Anton Corbijn’s Spy Games

Anton Corbijn has directed music videos for the U2, Depeche Mode, the Red Hot Chili Peppers, Johnny Cash, Joy Division, and Nirvana. His most striking videos are shot in a mixture of black and white and oversaturated reds and greens, which gives them the feeling of a Life magazine cover or an old film restored frame-by-frame with a colored paintbrush. As a photographer, he is something of a legend, with the most iconic musicians of the late ’70s, ’80s, and ’90s in his book—Bowie, Björk, Tom Waits. Over the last decade, Corbijn, who was born in Holland almost 60 years ago, has invested himself in feature films. Oddly, and perhaps unintentionally, his movies seem to fall into two genres: biopics of enigmatic artists who died before their time and spy films. 2007’s Control, his debut film, focused on Joy Division’s Ian Curtis. His last movie, The American (2010) starred George Clooney as a tacit man of mystery. He’s about to finish work on the James Dean film Life and, this week, his John Le Carré adaptation A Most Wanted Man comes out in New York and Los Angeles.

A Most Wanted Man, which debuted at Sundance, is the last film Philip Seymour Hoffman completed before his death—but you shouldn’t let that fact eclipse it. It is an ideal Le Carré adaptation: smarter, better acted, and more considered than most spy thrillers while still faithfully adhering to the genre. Hoffman plays Günther, a German intelligence officer based in Hamburg. When Issa Karpov, a rumored Chechen jihadist, appears in the city, Günther must establish the best course of action before the German government, or worse still, the Americans (represented by Robin Wright), bulldoze their way in. Along the way, Günther is aided by a human rights lawyer (Rachel McAdams) and a reluctant, wealthy banker (Willem Dafoe). We spoke with Corbijn yesterday afternoon in New York.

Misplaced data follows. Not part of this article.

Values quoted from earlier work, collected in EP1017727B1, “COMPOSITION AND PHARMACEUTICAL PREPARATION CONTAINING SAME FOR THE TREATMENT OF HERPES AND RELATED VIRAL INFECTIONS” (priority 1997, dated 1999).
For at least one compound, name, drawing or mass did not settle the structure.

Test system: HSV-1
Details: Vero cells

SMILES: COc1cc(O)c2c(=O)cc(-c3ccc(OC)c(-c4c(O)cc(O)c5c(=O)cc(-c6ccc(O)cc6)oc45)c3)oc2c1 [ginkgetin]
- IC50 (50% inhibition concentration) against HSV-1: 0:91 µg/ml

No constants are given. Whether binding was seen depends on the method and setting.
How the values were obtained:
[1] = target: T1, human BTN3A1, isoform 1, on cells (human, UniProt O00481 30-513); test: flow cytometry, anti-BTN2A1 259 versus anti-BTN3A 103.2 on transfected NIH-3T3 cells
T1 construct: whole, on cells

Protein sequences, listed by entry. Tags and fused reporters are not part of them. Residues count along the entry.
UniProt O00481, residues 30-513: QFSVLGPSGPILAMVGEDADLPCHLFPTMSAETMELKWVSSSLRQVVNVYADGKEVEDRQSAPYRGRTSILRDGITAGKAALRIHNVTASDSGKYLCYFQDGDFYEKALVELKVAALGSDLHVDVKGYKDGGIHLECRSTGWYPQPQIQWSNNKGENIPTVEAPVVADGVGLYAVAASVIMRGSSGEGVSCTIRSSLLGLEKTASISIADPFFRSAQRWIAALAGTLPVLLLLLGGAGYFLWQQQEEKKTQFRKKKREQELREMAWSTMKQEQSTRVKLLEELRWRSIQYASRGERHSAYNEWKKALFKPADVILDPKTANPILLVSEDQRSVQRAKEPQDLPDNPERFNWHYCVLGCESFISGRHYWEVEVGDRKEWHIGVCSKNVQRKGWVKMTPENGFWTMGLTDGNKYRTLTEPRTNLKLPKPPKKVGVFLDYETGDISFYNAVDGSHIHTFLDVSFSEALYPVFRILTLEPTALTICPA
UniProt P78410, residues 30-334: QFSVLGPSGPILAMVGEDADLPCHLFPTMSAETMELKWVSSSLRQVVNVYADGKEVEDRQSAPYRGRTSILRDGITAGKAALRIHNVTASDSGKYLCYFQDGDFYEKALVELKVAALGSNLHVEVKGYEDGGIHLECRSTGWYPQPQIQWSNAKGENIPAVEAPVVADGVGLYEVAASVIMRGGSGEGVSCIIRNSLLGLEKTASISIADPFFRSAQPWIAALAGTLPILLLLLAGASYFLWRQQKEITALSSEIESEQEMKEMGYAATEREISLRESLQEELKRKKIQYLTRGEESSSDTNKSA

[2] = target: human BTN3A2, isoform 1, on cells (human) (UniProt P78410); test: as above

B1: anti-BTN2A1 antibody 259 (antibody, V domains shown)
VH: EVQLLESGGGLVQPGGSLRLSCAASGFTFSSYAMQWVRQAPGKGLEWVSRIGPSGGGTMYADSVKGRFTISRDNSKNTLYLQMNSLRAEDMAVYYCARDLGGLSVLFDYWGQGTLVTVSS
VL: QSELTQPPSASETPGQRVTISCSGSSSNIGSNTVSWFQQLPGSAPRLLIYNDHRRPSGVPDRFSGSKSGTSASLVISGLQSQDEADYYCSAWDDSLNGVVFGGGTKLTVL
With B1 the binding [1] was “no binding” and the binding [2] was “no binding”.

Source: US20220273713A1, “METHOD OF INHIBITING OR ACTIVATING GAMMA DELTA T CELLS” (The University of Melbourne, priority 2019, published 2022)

EMMA BROWN: Are you nearly finished with interviews for the day?

ANTON CORBIJN: Yeah, I think I’m nearly done. I have a few more. It’s not what I like about filmmaking. It’s not what attracted me to filmmaking. I understand the necessity.

BROWN: I’ve only heard one person say they actually enjoyed it.

CORBIJN: Really? Who was it?

BROWN: It was David Michôd, who did Animal Kingdom.

CORBIJN: Oh, right. He did The Rover.

BROWN: He was talking about the saying, “You make a movie three times—writing, filming, and editing?” He said, “I think you make it four times, and the fourth time is when you’re doing press.”

CORBIJN: Yeah. [laughs] It’s probably true. Because you see links that you never saw before. It’s a bit like being at the therapist, isn’t it? You’re starting to see all kinds of subconscious stuff.

BROWN: Oh good, because my first question is: What is the earliest memory you are willing to share?

CORBIJN: In my life? [pauses] Sometimes you don’t know if your memory is because you really experienced it or because you look at your old pictures. I have a nice picture of myself held up by my grandfather and my father standing next to me. We all have the same name—we’re all called Anton Corbijn. That’s something I cherish. For the rest, I guess it’s probably where we lived. We lived on an island and behind the house there was some water, and then you had the cemetery. That’s how I grew up—over death. [laughs]